Cookie Notice

This site uses cookies. By continuing to browse this site, you are agreeing to our use of cookies. Review our cookies information for more details.


17 November 2021 Eosinophils in Metabolic Health and Disease

Eosinophil in Metabolic Health and Disease
17 November
9:30-11:00 AM ET

November Seminar Registration



Eosinophils restore age-related adipose tissue dysfunction and sustain physical and immune fitness in old age

Alexander Eggel, PhD
Research Group Leader
University Hospital Bern
Department of RIA

Alexander Eggel, PhD's research group at the University of Bern, Switzerland mainly focuses on the investigation of biologic mechanisms underlying both beneficial as well as pathologic type-2 immune responses. On the one hand, they are trying to get a better understanding about the development of allergies to come up with novel disease modifying treatment approaches. On the other hand, they are interested in age-related immunological changes and the possibility to manipulate regulatory functions of our immune system to systemically rejuvenate an aging mammalian organism. In both fields, theyintegrate
molecular, cellular and systemic approaches to get a holistic view of the biological mechanisms.





Eosinophils as new players in cardiovascular diseases

Dr. Konstantin Stark

Dr. Konstantin Stark is a cardiologist at the University hospital Munich (Ludwig-Maximilian-University). He is a translational researcher with clinical specialization in interventional cardiology and intensive care medicine. His research group investigates mechanisms of sterile inflammation focusing on thrombosis and atherosclerosis. In these settings, his team identified an important contribution of eosinophils by applying a translational approach involving animal models as well as human samples. 
Dr. Stark received a Starting grant of the European Research Council in 2020, where he investigates systemic inflammatory mechanisms of thrombosis. Aiming to uncover anti-inflammatory targets for prevention and therapy of cardiovascular diseases, his work is embedded in collaborative research centers in the fields of leukocytes trafficking and atherosclerosis.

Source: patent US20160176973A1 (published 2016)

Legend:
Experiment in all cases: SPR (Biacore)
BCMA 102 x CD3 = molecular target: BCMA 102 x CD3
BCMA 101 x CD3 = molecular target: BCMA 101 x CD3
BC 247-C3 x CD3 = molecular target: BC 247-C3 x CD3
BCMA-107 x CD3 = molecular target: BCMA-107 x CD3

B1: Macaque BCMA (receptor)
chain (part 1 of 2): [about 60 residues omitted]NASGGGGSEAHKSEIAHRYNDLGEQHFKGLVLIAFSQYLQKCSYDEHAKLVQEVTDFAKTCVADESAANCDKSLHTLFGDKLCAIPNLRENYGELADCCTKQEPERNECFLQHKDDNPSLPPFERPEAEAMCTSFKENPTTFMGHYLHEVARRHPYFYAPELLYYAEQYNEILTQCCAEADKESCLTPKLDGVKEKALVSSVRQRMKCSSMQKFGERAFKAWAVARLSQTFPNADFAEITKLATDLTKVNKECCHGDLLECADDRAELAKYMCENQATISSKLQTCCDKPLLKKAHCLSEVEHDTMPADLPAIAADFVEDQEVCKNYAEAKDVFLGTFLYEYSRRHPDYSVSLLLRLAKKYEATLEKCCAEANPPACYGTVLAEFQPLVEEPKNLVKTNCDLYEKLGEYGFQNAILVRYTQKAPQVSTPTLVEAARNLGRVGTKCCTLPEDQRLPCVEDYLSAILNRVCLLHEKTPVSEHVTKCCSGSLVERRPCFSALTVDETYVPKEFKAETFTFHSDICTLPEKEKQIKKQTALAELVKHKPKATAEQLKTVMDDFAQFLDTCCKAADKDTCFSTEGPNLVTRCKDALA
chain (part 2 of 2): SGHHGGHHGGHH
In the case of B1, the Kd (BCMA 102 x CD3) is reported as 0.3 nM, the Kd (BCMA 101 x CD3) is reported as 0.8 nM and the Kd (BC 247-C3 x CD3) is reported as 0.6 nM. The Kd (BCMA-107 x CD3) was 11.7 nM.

Adipose Tissue resident Eosinophil and insulin Resistance: is there a human connection?

Dr. Elena De Filippis, MD PhD

Dr. Eleanna De Filippis, is an Assistant Professor of Medicine and the Associate Research Chair of the Division of Endocrinology at Mayo Clinic Arizona (MCA). Dr. De Filippis is originally from Foggia, Italy, where she completed her medical school at the University of Chieti “G. d’Annunzio”. After graduation, she moved to the USA to begin her PhD program in collaboration with the University of Texas Health Science Center in San Antonio, Tx (UTHSCSA). Upon completing her PhD, she entered the internal medicine residency at UTHSCSA. After residency, she moved to Boston, obtaining her fellowship in endocrinology, diabetes and metabolism at Harvard, at the Beth Israel Medical Deaconess Center and Joslin Diabetes Center. 
She joined MCA in 2013 as a junior faculty. At Mayo Clinic, she is an active clinical and translational investigator with primary research interests focused on obesity and insulin resistance. In her laboratory she studies the interaction between adipocytes and adipose tissue resident immune cells, and its effect on adipose tissue biology and whole-body insulin sensitivity. Her studies span from animal models to bedside. She has recently completed a KL2 grant with the NIH and the Center for Clinical and Translational Science at MCA. Her research work is supported by private foundations, internal sources at Mayo Clinic, and federal entities including the Arizona Health Department. To date, Dr. De Filippis has published over 40 original articles, editorials, and reviews in the field of obesity and insulin resistance. 
She is an active member of American Diabetes Association, Obesity Society, Obesity Medicine Association, and the Endocrine Society. 

November Seminar Registration

Corporate Advisory Council

Allakos             Amgen             AstraZeneca             GSK